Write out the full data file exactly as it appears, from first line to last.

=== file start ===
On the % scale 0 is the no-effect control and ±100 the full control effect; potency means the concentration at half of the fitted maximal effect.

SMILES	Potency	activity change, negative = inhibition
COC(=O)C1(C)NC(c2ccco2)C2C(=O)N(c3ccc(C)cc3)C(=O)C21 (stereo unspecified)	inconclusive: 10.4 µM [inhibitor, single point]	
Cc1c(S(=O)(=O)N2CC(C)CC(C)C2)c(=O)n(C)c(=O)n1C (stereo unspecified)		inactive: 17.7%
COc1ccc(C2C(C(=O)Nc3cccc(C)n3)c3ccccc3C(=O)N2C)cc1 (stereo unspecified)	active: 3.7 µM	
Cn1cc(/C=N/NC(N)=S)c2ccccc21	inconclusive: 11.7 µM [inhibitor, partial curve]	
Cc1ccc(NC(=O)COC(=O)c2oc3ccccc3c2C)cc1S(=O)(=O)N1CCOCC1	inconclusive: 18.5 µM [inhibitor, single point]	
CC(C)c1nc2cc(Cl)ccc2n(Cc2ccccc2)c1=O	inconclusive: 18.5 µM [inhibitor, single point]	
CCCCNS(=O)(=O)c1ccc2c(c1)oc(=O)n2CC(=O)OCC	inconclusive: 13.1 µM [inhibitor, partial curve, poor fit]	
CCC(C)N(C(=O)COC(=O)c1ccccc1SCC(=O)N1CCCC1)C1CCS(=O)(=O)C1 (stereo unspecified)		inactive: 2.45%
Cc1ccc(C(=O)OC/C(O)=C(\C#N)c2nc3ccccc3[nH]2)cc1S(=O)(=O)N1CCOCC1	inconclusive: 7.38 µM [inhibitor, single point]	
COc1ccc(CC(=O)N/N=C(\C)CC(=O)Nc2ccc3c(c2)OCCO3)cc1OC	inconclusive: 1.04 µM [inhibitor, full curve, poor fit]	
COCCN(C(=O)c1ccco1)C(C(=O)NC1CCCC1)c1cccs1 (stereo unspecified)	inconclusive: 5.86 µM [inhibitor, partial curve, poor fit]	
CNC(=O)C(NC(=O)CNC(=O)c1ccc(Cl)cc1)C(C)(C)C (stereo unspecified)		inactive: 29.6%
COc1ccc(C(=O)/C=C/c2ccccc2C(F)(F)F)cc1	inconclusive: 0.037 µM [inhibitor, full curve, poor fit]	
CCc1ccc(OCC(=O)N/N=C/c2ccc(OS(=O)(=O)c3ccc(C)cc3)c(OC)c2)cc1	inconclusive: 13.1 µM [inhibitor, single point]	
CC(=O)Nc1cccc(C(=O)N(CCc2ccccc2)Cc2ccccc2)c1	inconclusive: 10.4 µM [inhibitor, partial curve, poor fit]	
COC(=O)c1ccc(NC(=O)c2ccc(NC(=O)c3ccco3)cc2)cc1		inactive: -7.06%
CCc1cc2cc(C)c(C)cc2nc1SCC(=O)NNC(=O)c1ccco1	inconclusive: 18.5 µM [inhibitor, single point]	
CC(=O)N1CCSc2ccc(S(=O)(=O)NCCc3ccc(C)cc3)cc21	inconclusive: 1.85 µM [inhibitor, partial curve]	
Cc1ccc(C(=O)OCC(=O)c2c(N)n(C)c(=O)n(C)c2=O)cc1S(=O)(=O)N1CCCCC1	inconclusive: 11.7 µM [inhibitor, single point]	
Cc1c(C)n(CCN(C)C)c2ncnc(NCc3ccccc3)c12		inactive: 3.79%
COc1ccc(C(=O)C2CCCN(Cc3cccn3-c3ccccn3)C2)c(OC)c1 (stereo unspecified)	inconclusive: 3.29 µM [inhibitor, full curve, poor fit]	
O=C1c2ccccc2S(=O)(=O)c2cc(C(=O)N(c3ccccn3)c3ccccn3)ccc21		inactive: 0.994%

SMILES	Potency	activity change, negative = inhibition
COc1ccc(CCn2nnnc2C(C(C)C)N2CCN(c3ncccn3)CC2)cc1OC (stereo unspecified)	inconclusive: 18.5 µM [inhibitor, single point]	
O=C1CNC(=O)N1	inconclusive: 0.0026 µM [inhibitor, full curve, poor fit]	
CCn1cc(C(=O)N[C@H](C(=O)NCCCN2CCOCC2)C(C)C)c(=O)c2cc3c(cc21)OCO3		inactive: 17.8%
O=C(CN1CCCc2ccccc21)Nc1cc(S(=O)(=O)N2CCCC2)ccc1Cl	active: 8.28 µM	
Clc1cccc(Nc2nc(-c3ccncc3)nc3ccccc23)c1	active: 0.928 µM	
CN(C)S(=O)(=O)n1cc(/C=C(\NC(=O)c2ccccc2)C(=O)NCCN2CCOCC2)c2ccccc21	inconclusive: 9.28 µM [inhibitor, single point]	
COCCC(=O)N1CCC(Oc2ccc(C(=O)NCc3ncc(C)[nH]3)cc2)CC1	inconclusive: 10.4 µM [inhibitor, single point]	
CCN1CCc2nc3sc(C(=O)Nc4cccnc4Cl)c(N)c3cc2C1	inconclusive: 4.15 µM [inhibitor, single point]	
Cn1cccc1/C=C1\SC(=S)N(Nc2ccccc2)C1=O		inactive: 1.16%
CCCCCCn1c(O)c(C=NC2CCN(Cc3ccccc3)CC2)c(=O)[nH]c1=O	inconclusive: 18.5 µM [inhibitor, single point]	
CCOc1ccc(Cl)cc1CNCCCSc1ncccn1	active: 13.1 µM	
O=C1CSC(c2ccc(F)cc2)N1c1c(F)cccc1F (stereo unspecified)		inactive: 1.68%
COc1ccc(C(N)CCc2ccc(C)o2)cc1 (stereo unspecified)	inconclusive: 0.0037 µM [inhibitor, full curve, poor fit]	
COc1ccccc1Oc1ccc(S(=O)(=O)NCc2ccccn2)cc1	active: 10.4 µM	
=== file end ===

On the % scale 0 is the no-effect control and ±100 the full control effect; potency means the concentration at half of the fitted maximal effect.

SMILES	Potency	activity change, negative = inhibition
COC(=O)C1(C)NC(c2ccco2)C2C(=O)N(c3ccc(C)cc3)C(=O)C21 (stereo unspecified)	inconclusive: 10.4 µM [inhibitor, single point]	
Cc1c(S(=O)(=O)N2CC(C)CC(C)C2)c(=O)n(C)c(=O)n1C (stereo unspecified)		inactive: 17.7%
COc1ccc(C2C(C(=O)Nc3cccc(C)n3)c3ccccc3C(=O)N2C)cc1 (stereo unspecified)	active: 3.7 µM	
Cn1cc(/C=N/NC(N)=S)c2ccccc21	inconclusive: 11.7 µM [inhibitor, partial curve]	
Cc1ccc(NC(=O)COC(=O)c2oc3ccccc3c2C)cc1S(=O)(=O)N1CCOCC1	inconclusive: 18.5 µM [inhibitor, single point]	
CC(C)c1nc2cc(Cl)ccc2n(Cc2ccccc2)c1=O	inconclusive: 18.5 µM [inhibitor, single point]	
CCCCNS(=O)(=O)c1ccc2c(c1)oc(=O)n2CC(=O)OCC	inconclusive: 13.1 µM [inhibitor, partial curve, poor fit]	
CCC(C)N(C(=O)COC(=O)c1ccccc1SCC(=O)N1CCCC1)C1CCS(=O)(=O)C1 (stereo unspecified)		inactive: 2.45%
Cc1ccc(C(=O)OC/C(O)=C(\C#N)c2nc3ccccc3[nH]2)cc1S(=O)(=O)N1CCOCC1	inconclusive: 7.38 µM [inhibitor, single point]	
COc1ccc(CC(=O)N/N=C(\C)CC(=O)Nc2ccc3c(c2)OCCO3)cc1OC	inconclusive: 1.04 µM [inhibitor, full curve, poor fit]	
COCCN(C(=O)c1ccco1)C(C(=O)NC1CCCC1)c1cccs1 (stereo unspecified)	inconclusive: 5.86 µM [inhibitor, partial curve, poor fit]	
CNC(=O)C(NC(=O)CNC(=O)c1ccc(Cl)cc1)C(C)(C)C (stereo unspecified)		inactive: 29.6%
COc1ccc(C(=O)/C=C/c2ccccc2C(F)(F)F)cc1	inconclusive: 0.037 µM [inhibitor, full curve, poor fit]	
CCc1ccc(OCC(=O)N/N=C/c2ccc(OS(=O)(=O)c3ccc(C)cc3)c(OC)c2)cc1	inconclusive: 13.1 µM [inhibitor, single point]	
CC(=O)Nc1cccc(C(=O)N(CCc2ccccc2)Cc2ccccc2)c1	inconclusive: 10.4 µM [inhibitor, partial curve, poor fit]	
COC(=O)c1ccc(NC(=O)c2ccc(NC(=O)c3ccco3)cc2)cc1		inactive: -7.06%
CCc1cc2cc(C)c(C)cc2nc1SCC(=O)NNC(=O)c1ccco1	inconclusive: 18.5 µM [inhibitor, single point]	
CC(=O)N1CCSc2ccc(S(=O)(=O)NCCc3ccc(C)cc3)cc21	inconclusive: 1.85 µM [inhibitor, partial curve]	
Cc1ccc(C(=O)OCC(=O)c2c(N)n(C)c(=O)n(C)c2=O)cc1S(=O)(=O)N1CCCCC1	inconclusive: 11.7 µM [inhibitor, single point]	
Cc1c(C)n(CCN(C)C)c2ncnc(NCc3ccccc3)c12		inactive: 3.79%
COc1ccc(C(=O)C2CCCN(Cc3cccn3-c3ccccn3)C2)c(OC)c1 (stereo unspecified)	inconclusive: 3.29 µM [inhibitor, full curve, poor fit]	
O=C1c2ccccc2S(=O)(=O)c2cc(C(=O)N(c3ccccn3)c3ccccn3)ccc21		inactive: 0.994%

SMILES	Potency	activity change, negative = inhibition
COc1ccc(CCn2nnnc2C(C(C)C)N2CCN(c3ncccn3)CC2)cc1OC (stereo unspecified)	inconclusive: 18.5 µM [inhibitor, single point]	
O=C1CNC(=O)N1	inconclusive: 0.0026 µM [inhibitor, full curve, poor fit]	
CCn1cc(C(=O)N[C@H](C(=O)NCCCN2CCOCC2)C(C)C)c(=O)c2cc3c(cc21)OCO3		inactive: 17.8%
O=C(CN1CCCc2ccccc21)Nc1cc(S(=O)(=O)N2CCCC2)ccc1Cl	active: 8.28 µM	
Clc1cccc(Nc2nc(-c3ccncc3)nc3ccccc23)c1	active: 0.928 µM	
CN(C)S(=O)(=O)n1cc(/C=C(\NC(=O)c2ccccc2)C(=O)NCCN2CCOCC2)c2ccccc21	inconclusive: 9.28 µM [inhibitor, single point]	
COCCC(=O)N1CCC(Oc2ccc(C(=O)NCc3ncc(C)[nH]3)cc2)CC1	inconclusive: 10.4 µM [inhibitor, single point]	
CCN1CCc2nc3sc(C(=O)Nc4cccnc4Cl)c(N)c3cc2C1	inconclusive: 4.15 µM [inhibitor, single point]	
Cn1cccc1/C=C1\SC(=S)N(Nc2ccccc2)C1=O		inactive: 1.16%
CCCCCCn1c(O)c(C=NC2CCN(Cc3ccccc3)CC2)c(=O)[nH]c1=O	inconclusive: 18.5 µM [inhibitor, single point]	
CCOc1ccc(Cl)cc1CNCCCSc1ncccn1	active: 13.1 µM	
O=C1CSC(c2ccc(F)cc2)N1c1c(F)cccc1F (stereo unspecified)		inactive: 1.68%
COc1ccc(C(N)CCc2ccc(C)o2)cc1 (stereo unspecified)	inconclusive: 0.0037 µM [inhibitor, full curve, poor fit]	
COc1ccccc1Oc1ccc(S(=O)(=O)NCc2ccccn2)cc1	active: 10.4 µM	